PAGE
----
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10-15 minutes (can be extended if desired)


Primary / Junior / Intermediate


Bible(s), paper, drawing or painting materials, mirror


To help students identify what certain emotions look like based on facial expressions

  • Read with students a parable and discuss the emotions of the characters in the story. (See examples of parables in “Supplementary resources”.)
  • Ask students to choose a character from the parable and identify their emotion.
  • Ask students to mimic the emotion using facial expressions and have others in the class guess the emotion/character they are imitating.
  • Remember to consider the context in which the emotion is being expressed. For example, when yelling, a person can be happy (if at a sporting event), angry (if in a disagreement) or neutral (trying to tell something to someone far away). 
  • Lead a follow-up discussion:
    • Are some emotions easier or more difficult to demonstrate/recognize than others? Why?
    • Why is it important to be able to recognize someone’s emotions based on their facial expressions?
    • Are there other ways of identifying a person’s emotions?

Examples of parables:

  • The Prodigal Son (Luke 15:11–32)
  • The Good Samaritan (Matthew 22:34-40, Mark 12:28-31)
  • The Lost Sheep (Matthew 18:12–14)
  • Luke (Luke 15:3–7)
  • The Pharisee and the Tax Collector (Luke 18:9-14)
  • The practice can be extended by encouraging students to talk about ways to manage strong emotions (e.g., things they can do, things the teacher can do to help).
  • Have students look through old magazines or online articles/pictures to identify emotions that are demonstrated by facial expressions (e.g., find a picture of someone who is smiling to demonstrate ‘happy’).
  • Have students work in groups to create an emotions collage.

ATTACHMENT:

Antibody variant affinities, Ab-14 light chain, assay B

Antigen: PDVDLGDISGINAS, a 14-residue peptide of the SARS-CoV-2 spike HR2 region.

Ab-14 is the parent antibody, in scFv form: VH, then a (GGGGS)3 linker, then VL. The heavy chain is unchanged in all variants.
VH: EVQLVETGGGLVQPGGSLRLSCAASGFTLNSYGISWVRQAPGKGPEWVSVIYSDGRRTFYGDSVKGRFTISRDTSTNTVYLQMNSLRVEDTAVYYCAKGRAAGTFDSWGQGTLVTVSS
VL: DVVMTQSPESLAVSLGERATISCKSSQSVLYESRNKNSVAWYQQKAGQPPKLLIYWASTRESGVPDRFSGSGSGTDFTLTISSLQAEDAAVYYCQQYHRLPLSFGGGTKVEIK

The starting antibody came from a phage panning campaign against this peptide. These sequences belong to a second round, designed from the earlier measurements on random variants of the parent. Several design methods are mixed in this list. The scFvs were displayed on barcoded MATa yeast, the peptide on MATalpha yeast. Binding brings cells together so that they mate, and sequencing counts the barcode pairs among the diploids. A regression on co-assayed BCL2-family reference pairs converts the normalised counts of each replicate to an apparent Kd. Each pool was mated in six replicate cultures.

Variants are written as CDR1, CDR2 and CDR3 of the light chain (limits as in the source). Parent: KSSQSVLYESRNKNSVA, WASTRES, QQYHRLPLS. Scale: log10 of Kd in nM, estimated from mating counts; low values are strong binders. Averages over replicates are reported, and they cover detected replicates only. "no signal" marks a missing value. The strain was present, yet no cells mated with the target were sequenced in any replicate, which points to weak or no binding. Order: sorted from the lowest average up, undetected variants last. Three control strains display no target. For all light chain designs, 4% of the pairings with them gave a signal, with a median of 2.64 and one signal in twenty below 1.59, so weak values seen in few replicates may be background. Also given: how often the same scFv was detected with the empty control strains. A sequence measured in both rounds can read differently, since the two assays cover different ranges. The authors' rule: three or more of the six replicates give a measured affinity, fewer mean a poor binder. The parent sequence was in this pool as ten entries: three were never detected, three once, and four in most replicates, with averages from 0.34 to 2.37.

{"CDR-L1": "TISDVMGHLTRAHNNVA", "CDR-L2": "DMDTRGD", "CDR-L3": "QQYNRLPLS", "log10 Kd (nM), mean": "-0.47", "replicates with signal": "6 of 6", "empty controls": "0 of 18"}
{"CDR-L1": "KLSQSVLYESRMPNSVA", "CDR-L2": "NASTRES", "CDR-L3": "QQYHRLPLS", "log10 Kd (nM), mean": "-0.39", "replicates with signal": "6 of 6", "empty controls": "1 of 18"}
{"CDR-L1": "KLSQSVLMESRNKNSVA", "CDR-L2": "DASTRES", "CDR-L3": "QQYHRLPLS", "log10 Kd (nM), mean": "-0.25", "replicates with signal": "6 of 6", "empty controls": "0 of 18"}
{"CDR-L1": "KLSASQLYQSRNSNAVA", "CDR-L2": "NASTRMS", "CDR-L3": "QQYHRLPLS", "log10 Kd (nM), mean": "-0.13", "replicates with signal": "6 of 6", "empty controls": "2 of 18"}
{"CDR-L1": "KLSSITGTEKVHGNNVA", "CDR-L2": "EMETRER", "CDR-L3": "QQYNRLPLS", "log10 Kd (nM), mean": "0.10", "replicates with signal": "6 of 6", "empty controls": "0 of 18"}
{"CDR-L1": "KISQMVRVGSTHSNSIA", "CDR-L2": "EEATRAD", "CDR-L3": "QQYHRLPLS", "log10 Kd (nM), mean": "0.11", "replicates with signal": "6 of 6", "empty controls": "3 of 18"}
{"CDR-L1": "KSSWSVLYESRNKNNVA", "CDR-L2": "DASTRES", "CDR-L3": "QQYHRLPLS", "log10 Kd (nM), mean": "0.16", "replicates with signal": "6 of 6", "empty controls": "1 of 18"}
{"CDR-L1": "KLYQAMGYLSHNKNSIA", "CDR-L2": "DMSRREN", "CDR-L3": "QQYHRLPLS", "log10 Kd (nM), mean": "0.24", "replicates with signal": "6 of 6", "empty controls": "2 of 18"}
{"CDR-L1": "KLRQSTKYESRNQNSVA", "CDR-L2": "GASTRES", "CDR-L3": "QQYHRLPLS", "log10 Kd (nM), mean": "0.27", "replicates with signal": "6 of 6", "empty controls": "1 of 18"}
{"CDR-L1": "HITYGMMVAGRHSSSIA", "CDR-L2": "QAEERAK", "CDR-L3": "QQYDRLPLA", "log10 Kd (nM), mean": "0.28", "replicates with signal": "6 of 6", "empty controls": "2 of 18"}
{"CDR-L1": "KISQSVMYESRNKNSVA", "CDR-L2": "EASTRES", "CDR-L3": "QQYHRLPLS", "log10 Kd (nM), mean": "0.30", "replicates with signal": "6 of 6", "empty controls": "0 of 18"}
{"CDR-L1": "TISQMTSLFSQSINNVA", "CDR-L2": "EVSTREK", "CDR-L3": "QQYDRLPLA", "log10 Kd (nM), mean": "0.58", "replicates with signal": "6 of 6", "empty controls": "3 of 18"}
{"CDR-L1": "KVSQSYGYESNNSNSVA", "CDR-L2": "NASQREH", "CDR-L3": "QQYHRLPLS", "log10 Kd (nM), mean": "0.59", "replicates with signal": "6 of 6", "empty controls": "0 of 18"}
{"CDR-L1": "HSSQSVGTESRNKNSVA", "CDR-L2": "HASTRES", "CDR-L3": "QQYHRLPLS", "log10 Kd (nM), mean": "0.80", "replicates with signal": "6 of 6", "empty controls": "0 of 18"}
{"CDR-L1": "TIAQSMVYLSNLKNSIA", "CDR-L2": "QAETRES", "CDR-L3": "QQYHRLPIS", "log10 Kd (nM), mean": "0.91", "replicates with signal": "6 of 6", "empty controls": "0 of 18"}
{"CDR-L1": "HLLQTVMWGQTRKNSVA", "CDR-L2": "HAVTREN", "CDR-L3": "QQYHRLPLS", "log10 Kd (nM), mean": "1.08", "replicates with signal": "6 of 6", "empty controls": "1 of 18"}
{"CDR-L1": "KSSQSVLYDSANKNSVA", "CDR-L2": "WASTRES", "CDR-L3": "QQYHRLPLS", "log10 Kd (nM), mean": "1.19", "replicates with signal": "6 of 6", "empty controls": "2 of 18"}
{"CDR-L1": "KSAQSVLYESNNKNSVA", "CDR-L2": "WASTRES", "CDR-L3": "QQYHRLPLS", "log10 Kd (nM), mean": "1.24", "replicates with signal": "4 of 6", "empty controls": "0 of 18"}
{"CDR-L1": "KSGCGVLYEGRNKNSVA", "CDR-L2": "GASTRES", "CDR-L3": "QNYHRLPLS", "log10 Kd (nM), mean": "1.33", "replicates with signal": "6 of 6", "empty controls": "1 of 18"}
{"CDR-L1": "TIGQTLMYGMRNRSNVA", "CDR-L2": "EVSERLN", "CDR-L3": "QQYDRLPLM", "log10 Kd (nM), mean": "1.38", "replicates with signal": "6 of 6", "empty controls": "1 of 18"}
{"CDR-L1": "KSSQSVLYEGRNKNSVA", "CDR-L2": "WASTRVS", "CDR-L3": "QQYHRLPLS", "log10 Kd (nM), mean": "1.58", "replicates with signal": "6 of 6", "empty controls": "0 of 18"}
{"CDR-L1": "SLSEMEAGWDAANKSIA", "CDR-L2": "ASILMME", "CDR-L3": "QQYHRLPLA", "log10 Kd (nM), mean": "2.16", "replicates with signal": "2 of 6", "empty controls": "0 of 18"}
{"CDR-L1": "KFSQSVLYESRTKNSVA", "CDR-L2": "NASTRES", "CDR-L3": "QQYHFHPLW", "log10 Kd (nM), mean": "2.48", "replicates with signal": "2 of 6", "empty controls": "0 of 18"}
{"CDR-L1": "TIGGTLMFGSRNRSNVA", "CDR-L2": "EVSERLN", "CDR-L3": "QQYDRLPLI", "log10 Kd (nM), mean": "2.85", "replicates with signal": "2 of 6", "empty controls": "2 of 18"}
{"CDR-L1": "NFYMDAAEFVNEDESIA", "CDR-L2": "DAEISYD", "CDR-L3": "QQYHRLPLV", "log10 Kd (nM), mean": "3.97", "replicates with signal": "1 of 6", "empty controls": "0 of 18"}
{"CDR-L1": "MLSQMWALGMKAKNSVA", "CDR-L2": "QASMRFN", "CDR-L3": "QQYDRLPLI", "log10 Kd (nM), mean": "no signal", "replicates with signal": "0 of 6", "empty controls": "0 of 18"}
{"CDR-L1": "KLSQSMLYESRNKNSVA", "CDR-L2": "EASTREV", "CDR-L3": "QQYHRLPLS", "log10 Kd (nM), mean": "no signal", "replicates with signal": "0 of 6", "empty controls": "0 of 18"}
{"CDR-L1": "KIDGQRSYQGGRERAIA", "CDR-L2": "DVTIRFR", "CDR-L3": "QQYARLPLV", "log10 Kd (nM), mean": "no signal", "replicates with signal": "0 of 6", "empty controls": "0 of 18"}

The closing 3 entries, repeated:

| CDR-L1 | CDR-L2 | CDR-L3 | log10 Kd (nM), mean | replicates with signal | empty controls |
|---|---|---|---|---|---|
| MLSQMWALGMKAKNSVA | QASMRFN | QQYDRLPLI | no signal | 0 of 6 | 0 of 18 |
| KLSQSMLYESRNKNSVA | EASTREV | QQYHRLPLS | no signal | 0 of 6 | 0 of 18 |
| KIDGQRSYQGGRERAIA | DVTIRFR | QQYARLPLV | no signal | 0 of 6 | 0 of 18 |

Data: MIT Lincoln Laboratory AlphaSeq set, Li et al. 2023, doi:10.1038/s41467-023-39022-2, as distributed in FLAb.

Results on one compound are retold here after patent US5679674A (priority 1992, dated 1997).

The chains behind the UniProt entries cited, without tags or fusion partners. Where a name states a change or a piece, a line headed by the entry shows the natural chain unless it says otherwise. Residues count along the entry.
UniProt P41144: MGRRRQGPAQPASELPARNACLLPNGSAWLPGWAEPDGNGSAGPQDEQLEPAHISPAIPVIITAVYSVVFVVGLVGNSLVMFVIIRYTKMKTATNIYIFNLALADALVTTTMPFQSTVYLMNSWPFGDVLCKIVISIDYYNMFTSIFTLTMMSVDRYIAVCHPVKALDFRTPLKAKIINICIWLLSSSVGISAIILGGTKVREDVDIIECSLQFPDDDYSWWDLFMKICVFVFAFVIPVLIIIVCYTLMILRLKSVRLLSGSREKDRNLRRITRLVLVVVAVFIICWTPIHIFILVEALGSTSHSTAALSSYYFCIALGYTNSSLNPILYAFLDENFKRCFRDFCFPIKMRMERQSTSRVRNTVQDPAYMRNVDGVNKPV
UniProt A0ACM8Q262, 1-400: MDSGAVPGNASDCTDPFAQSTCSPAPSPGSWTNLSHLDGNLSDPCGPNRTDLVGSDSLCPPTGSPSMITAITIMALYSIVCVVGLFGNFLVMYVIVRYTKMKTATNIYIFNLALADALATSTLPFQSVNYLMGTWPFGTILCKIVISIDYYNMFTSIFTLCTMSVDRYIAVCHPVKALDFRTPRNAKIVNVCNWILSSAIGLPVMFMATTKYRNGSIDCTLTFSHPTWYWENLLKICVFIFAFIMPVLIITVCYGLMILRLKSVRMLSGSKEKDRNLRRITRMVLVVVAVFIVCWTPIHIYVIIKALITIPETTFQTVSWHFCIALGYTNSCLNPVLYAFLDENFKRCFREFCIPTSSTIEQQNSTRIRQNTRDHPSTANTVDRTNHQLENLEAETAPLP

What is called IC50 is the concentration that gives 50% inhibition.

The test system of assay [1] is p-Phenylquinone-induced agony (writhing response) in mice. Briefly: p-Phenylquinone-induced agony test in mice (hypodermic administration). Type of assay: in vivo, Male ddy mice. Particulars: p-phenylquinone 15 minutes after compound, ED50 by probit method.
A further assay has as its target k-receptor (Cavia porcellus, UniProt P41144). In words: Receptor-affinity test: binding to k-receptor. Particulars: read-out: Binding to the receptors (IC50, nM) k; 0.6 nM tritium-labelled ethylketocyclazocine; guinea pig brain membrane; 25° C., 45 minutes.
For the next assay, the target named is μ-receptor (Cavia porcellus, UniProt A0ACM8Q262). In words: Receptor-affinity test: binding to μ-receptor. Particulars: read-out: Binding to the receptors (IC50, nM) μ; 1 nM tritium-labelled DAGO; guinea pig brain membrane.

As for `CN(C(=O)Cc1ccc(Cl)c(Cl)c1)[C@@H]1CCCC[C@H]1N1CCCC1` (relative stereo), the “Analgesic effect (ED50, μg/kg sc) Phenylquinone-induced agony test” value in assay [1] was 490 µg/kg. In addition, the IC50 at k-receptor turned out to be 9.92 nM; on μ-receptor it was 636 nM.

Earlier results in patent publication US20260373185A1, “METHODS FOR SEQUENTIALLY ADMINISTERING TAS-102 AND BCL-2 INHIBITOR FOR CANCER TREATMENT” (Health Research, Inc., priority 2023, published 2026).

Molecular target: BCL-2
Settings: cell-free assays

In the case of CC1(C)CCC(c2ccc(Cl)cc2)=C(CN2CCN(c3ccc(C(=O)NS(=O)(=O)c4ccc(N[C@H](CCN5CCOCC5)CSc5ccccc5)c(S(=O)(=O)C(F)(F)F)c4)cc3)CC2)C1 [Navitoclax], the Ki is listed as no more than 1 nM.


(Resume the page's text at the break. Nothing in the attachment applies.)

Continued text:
• Have a bowl with basic emotions (happy, sad, scared, angry, jealous etc.) filled out on pieces of paper, or a list that they can choose from. Ask each student or pair to pick an emotion.
    • In pairs, a student demonstrates the facial expression associated with the emotion they chose, while the other student draws their partner’s facial expression. Partners can switch roles after a set amount of time.
    • If working individually, students can use the mirror to imitate the facial expression associated with the emotion they chose and draw their facial expression.
    • Have the class guess the emotions being expressed in the portraits.

Children proficiently recognize emotional expressions, and they increasingly use emotional information to understand their environment, and navigate social interactions with their peers, as they get older (Batty & Taylor, 2006). The extent to which students understand emotions in themselves, and others, is highly related to the quality of their peer interactions, and their propensity to engage in prosocial behaviours (Caputi, Lecce, Pagnin, & Banerjee, 2012).

Batty, M., & Taylor, M. J. (2006). The development of emotional face processing during childhood. Developmental Science, 9(2), 207-220. doi:10.1111/j.1467-7687.2006.00480.x

Caputi, M., Lecce, S., Pagnin, A., & Banerjee, R. (2012). Longitudinal effects of theory of mind on later peer relations: The role of prosocial behavior. Developmental Psychology, 48(1), 257.

Jesus calls us to listen. Through implicit and explicit ways of listening, we gain a deeper sense of empathy and the various ways in which we communicate our thoughts, feelings and emotions.

(2e) An effective communicator who uses and integrates the Catholic faith tradition, in the critical analysis of the arts, media, technology and information systems to enhance the quality of life.

Self-regulation and well-being: to develop thinking and feelings, and recognition of and respect for differences in the thinking and feelings of others